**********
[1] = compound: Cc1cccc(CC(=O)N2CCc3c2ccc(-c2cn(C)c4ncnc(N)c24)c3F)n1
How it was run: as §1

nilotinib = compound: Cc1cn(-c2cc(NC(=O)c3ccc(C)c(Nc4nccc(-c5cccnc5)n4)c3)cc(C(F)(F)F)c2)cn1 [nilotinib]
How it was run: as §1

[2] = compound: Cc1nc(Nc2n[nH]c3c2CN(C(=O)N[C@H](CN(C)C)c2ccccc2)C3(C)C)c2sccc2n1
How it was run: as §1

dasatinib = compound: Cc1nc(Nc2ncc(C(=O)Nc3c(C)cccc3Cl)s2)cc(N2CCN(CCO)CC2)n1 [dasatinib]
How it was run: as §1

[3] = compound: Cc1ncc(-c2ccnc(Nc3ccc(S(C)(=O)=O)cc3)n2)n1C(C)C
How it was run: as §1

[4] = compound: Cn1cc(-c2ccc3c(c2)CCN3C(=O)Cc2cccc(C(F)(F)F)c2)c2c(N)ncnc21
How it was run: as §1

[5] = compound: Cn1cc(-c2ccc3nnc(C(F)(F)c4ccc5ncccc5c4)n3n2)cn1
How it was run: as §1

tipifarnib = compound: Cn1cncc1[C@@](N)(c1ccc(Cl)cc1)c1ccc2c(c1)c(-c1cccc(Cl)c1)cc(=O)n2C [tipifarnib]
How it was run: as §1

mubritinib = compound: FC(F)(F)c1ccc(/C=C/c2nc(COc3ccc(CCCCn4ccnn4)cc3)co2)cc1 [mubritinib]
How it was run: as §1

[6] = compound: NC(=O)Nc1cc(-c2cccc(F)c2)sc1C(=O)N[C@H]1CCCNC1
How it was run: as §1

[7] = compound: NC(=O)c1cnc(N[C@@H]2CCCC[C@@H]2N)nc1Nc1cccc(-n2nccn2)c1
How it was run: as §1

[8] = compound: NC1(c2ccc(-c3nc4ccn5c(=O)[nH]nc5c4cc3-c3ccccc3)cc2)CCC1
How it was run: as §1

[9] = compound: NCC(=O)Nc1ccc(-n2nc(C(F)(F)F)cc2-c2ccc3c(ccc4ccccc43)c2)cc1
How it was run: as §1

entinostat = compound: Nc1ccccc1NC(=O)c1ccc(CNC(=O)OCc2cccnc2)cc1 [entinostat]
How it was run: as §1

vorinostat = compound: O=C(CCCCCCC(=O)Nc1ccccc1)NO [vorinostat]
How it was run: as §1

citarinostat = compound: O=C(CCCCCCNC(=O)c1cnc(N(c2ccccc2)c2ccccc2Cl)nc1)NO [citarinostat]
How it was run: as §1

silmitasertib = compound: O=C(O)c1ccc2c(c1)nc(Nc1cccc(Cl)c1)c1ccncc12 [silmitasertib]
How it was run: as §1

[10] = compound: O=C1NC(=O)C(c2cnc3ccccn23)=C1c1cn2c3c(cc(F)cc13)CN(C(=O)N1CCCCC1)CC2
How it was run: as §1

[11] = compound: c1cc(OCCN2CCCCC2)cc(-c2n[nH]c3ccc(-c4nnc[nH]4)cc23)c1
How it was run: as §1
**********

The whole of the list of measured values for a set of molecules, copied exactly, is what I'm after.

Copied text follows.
[1] = compound: Cc1cccc(CC(=O)N2CCc3c2ccc(-c2cn(C)c4ncnc(N)c24)c3F)n1
How it was run: as §1

nilotinib = compound: Cc1cn(-c2cc(NC(=O)c3ccc(C)c(Nc4nccc(-c5cccnc5)n4)c3)cc(C(F)(F)F)c2)cn1 [nilotinib]
How it was run: as §1

[2] = compound: Cc1nc(Nc2n[nH]c3c2CN(C(=O)N[C@H](CN(C)C)c2ccccc2)C3(C)C)c2sccc2n1
How it was run: as §1

dasatinib = compound: Cc1nc(Nc2ncc(C(=O)Nc3c(C)cccc3Cl)s2)cc(N2CCN(CCO)CC2)n1 [dasatinib]
How it was run: as §1

[3] = compound: Cc1ncc(-c2ccnc(Nc3ccc(S(C)(=O)=O)cc3)n2)n1C(C)C
How it was run: as §1

[4] = compound: Cn1cc(-c2ccc3c(c2)CCN3C(=O)Cc2cccc(C(F)(F)F)c2)c2c(N)ncnc21
How it was run: as §1

[5] = compound: Cn1cc(-c2ccc3nnc(C(F)(F)c4ccc5ncccc5c4)n3n2)cn1
How it was run: as §1

tipifarnib = compound: Cn1cncc1[C@@](N)(c1ccc(Cl)cc1)c1ccc2c(c1)c(-c1cccc(Cl)c1)cc(=O)n2C [tipifarnib]
How it was run: as §1

mubritinib = compound: FC(F)(F)c1ccc(/C=C/c2nc(COc3ccc(CCCCn4ccnn4)cc3)co2)cc1 [mubritinib]
How it was run: as §1

[6] = compound: NC(=O)Nc1cc(-c2cccc(F)c2)sc1C(=O)N[C@H]1CCCNC1
How it was run: as §1

[7] = compound: NC(=O)c1cnc(N[C@@H]2CCCC[C@@H]2N)nc1Nc1cccc(-n2nccn2)c1
How it was run: as §1

[8] = compound: NC1(c2ccc(-c3nc4ccn5c(=O)[nH]nc5c4cc3-c3ccccc3)cc2)CCC1
How it was run: as §1

[9] = compound: NCC(=O)Nc1ccc(-n2nc(C(F)(F)F)cc2-c2ccc3c(ccc4ccccc43)c2)cc1
How it was run: as §1

entinostat = compound: Nc1ccccc1NC(=O)c1ccc(CNC(=O)OCc2cccnc2)cc1 [entinostat]
How it was run: as §1

vorinostat = compound: O=C(CCCCCCC(=O)Nc1ccccc1)NO [vorinostat]
How it was run: as §1

citarinostat = compound: O=C(CCCCCCNC(=O)c1cnc(N(c2ccccc2)c2ccccc2Cl)nc1)NO [citarinostat]
How it was run: as §1

silmitasertib = compound: O=C(O)c1ccc2c(c1)nc(Nc1cccc(Cl)c1)c1ccncc12 [silmitasertib]
How it was run: as §1

[10] = compound: O=C1NC(=O)C(c2cnc3ccccn23)=C1c1cn2c3c(cc(F)cc13)CN(C(=O)N1CCCCC1)CC2
How it was run: as §1

[11] = compound: c1cc(OCCN2CCCCC2)cc(-c2n[nH]c3ccc(-c4nnc[nH]4)cc23)c1
How it was run: as §1